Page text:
Why the tech boom won’t last forever

Demand for IT services has cooled, and the impact of higher inflation and tighter monetary policy could bring the tech boom to a standstill, says Oxford Economics' Max Anderson

One of the most high-profile winners from the lockdown imposed to contain the coronavirus pandemic was the tech sector, as businesses accelerated plans to increase flexibility across their operations.

IT services were pivotal in facilitating flexible working practices such as giving employees and clients access to business functions from remote locations. Business functions that were automated through technologies such as artificial intelligence or robotic process automation were less impacted by restrictions on workforce mobility. And demand for cybersecurity also benefitted, as firms moved to ensure a cybersafe work environment.

Some of these practices have become mainstream, and will continue to underpin ongoing expenditure of enabling technologies.

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But as the world enters a new post-Covid-19 era overshadowed by the war in Ukraine and a spike in inflation and borrowing costs, there is a danger that the market has got ahead of itself. Growth has cooled and the tech sector may have overestimated the market for IT services.

The industry is aware that there has been a hiatus in demand in the wake of reports of widespread layoffs from the likes of Meta, Amazon, and Google. But the retrenchment in demand will be more intense that many in the industry are expecting.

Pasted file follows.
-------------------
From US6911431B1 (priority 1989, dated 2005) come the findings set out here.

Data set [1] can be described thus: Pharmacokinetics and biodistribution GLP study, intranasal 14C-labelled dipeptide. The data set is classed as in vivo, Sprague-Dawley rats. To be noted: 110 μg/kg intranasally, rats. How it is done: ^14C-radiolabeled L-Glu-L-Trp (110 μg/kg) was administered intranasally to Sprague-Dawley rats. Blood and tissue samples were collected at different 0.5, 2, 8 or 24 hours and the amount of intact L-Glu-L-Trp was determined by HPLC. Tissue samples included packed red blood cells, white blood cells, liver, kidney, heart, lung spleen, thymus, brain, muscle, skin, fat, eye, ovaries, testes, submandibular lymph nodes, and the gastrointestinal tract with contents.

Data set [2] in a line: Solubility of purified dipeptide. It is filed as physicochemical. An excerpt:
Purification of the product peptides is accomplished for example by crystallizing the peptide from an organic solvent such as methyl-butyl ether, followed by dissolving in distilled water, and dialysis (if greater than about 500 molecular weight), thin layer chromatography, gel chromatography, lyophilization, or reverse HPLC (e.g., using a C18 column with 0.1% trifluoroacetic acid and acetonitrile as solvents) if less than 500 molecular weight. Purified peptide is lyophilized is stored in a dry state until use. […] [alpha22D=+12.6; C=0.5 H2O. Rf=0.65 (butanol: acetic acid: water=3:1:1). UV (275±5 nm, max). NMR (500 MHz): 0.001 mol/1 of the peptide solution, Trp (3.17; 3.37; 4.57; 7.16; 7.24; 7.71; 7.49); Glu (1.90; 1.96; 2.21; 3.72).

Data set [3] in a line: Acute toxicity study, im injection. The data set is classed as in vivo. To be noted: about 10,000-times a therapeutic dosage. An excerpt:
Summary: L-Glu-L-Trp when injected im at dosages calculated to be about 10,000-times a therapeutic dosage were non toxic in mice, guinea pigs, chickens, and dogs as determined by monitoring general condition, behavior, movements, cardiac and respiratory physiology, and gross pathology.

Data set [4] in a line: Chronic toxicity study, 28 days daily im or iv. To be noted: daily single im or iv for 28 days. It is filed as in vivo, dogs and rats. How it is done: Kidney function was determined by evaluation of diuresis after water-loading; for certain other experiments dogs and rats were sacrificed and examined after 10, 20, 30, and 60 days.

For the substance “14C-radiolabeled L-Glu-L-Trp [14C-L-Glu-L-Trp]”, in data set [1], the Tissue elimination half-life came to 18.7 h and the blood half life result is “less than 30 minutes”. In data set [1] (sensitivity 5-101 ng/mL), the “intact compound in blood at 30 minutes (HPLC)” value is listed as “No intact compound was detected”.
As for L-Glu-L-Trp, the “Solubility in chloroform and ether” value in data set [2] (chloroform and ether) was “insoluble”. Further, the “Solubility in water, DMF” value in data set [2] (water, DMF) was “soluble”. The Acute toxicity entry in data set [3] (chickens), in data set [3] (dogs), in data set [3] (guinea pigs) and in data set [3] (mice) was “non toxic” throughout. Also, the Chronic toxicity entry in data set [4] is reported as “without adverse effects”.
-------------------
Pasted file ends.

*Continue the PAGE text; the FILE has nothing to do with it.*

Boom and bust

Taking average growth in 2020 and 2021 as an optimistic view of permanent shifts in pandemic-led demand and comparing against our latest forecasts, the US tech sector may have overestimated the market for IT services by more than $120bn by 2030—equivalent to a fifth of US sector’s entire output in 2023.

There are two factors driving this. The first is the old-fashioned economic cycle, or boom and bust. The world economy is going through its own cycle, and the sector’s fortunes are still linked to broader macroeconomic conditions.

Our forecast for the economic growth in 2023 is subdued: activity is pulling back due to the general slowdown in business investment. Fixed capital investments account for approximately two-thirds of total IT services output.

Meanwhile the US Federal Reserve is aggressively raising rates to control inflation, which will stifle further business investment appetite into the sector.

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Second, tech investment is expected to cool due to a reversion of the elevated activity caused by the pandemic. Advertising revenues and demand of IT services increased, and tech firms bet on this strong growth continuing. Employment within the information sector grew at the quickest rate in two decades in 2020 and 2021.

Recently this trend has switched: now firms are cutting back their IT spending after the recent flurry or investment. Tech investment is expected to cool due to a reversion of elevated activity caused by the pandemic. Many blue chip companies, including Alphabet and Twitter, have reported heavy job cuts in recent months. This is a clear indication that the sector is expected to slow during 2023.

Despite this double whammy of a turn in the economic cycle and firms cutting back after elevated invested during the pandemic, the essential nature of services to the daily running of businesses ensures that absolute growth rates still outperform the wider economy.

While this is consistent with earlier recessions — including the coronavirus pandemic and global financial crisis — the danger is that the industry will ignore the warning signs until too late. Even as we move forward and learn to live with Covid-19, the impact of the pandemic will continue to shape the future.

Max Anderson is a senior economist, industry at Oxford Economics.


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